we will see how to use as well as create Python modules. I strongly recommend that you use docstrings for any non-trivial function that you write. we have already covered most of what you'll use regarding Python functions on an everyday basis. The pydoc command that comes with your Python distribution works similarly to help() using docstrings. Automated tools can retrieve the documentation from your program in this manner. You can try it out on the function above . However.just include help(printMax) in your program. Next. Remember to press q to exit the help. 40 . Therefore.Functions does is just fetch the __doc__ attribute of that function and displays it in a neat manner for you. Summary We have seen so many aspects of functions but note that we still haven't covered all aspects of it.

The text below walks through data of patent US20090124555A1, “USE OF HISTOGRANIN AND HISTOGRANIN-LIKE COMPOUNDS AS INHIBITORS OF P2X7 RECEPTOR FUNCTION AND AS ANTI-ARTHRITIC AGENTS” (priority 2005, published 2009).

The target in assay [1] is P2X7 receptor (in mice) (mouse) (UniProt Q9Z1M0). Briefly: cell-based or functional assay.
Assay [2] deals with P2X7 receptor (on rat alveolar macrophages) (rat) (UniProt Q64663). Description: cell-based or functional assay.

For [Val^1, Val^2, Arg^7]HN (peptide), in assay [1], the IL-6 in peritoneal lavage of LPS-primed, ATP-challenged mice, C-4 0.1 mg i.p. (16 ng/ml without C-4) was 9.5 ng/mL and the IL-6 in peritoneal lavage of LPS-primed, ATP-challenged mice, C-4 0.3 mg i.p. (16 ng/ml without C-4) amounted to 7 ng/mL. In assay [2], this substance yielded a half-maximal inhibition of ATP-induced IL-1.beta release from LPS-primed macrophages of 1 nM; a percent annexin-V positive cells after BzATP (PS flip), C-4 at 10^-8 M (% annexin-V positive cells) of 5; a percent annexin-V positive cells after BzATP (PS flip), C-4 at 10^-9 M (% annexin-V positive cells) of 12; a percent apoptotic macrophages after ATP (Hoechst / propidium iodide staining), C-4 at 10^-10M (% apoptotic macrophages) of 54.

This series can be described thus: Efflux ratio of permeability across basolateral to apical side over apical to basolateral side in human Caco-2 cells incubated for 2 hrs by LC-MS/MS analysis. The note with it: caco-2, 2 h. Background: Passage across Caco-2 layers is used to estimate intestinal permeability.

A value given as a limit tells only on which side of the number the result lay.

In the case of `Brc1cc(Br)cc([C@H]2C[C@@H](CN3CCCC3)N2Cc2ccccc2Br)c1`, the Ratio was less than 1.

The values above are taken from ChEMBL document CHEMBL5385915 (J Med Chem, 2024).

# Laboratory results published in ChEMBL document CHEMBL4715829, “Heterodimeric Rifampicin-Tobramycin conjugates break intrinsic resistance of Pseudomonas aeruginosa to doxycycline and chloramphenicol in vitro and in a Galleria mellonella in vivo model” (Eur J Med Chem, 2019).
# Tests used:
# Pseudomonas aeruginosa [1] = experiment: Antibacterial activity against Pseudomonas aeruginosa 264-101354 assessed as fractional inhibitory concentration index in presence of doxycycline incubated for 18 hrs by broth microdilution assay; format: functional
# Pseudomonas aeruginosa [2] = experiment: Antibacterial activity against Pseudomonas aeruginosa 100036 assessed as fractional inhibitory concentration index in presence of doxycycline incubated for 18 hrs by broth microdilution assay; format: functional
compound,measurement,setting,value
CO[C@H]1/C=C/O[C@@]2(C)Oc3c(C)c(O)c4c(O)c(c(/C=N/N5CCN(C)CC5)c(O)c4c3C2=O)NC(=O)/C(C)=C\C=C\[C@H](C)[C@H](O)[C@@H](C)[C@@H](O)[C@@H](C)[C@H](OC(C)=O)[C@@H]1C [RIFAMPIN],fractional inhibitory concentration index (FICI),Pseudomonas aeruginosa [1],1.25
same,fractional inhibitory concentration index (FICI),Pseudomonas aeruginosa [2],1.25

'/usr/lib/python2. '/usr/lib/python2. '\n' Output $ python using_sys. What if you wanted to reuse a number of functions in other programs that you write? As you might have guessed. the answer is modules. A module can be imported by another program to make use of its functionality.zip'. '/usr/lib/python23. Using the sys module #!/usr/bin/python # Filename: using_sys. A module is basically a file containing all your functions and variables that you have defined.3/plat-linux2'.argv: print i print '\n\nThe PYTHONPATH is'. '/usr/lib/python2. sys.Chapter 8. First. To reuse the module in other programs. This is how we can use the Python standard library as well.0'] How It Works 41 .3/lib-tk'.3/site-packages/gtk-2.py we are arguments The command line arguments are: using_sys.3/site-packages'. the filename of the module must have a .path.1. Modules Introduction You have seen how you can reuse code in your program by defining functions once. '/usr/lib/python2.3/lib-dynload'.py import sys print 'The command line arguments are:' for i in sys. we will see how to use the standard library modules. '/usr/lib/python2.py extension.py we are arguments The PYTHONPATH is ['/home/swaroop/byte/code'.3'. '/usr/lib/python2. Using the sys module Example 8.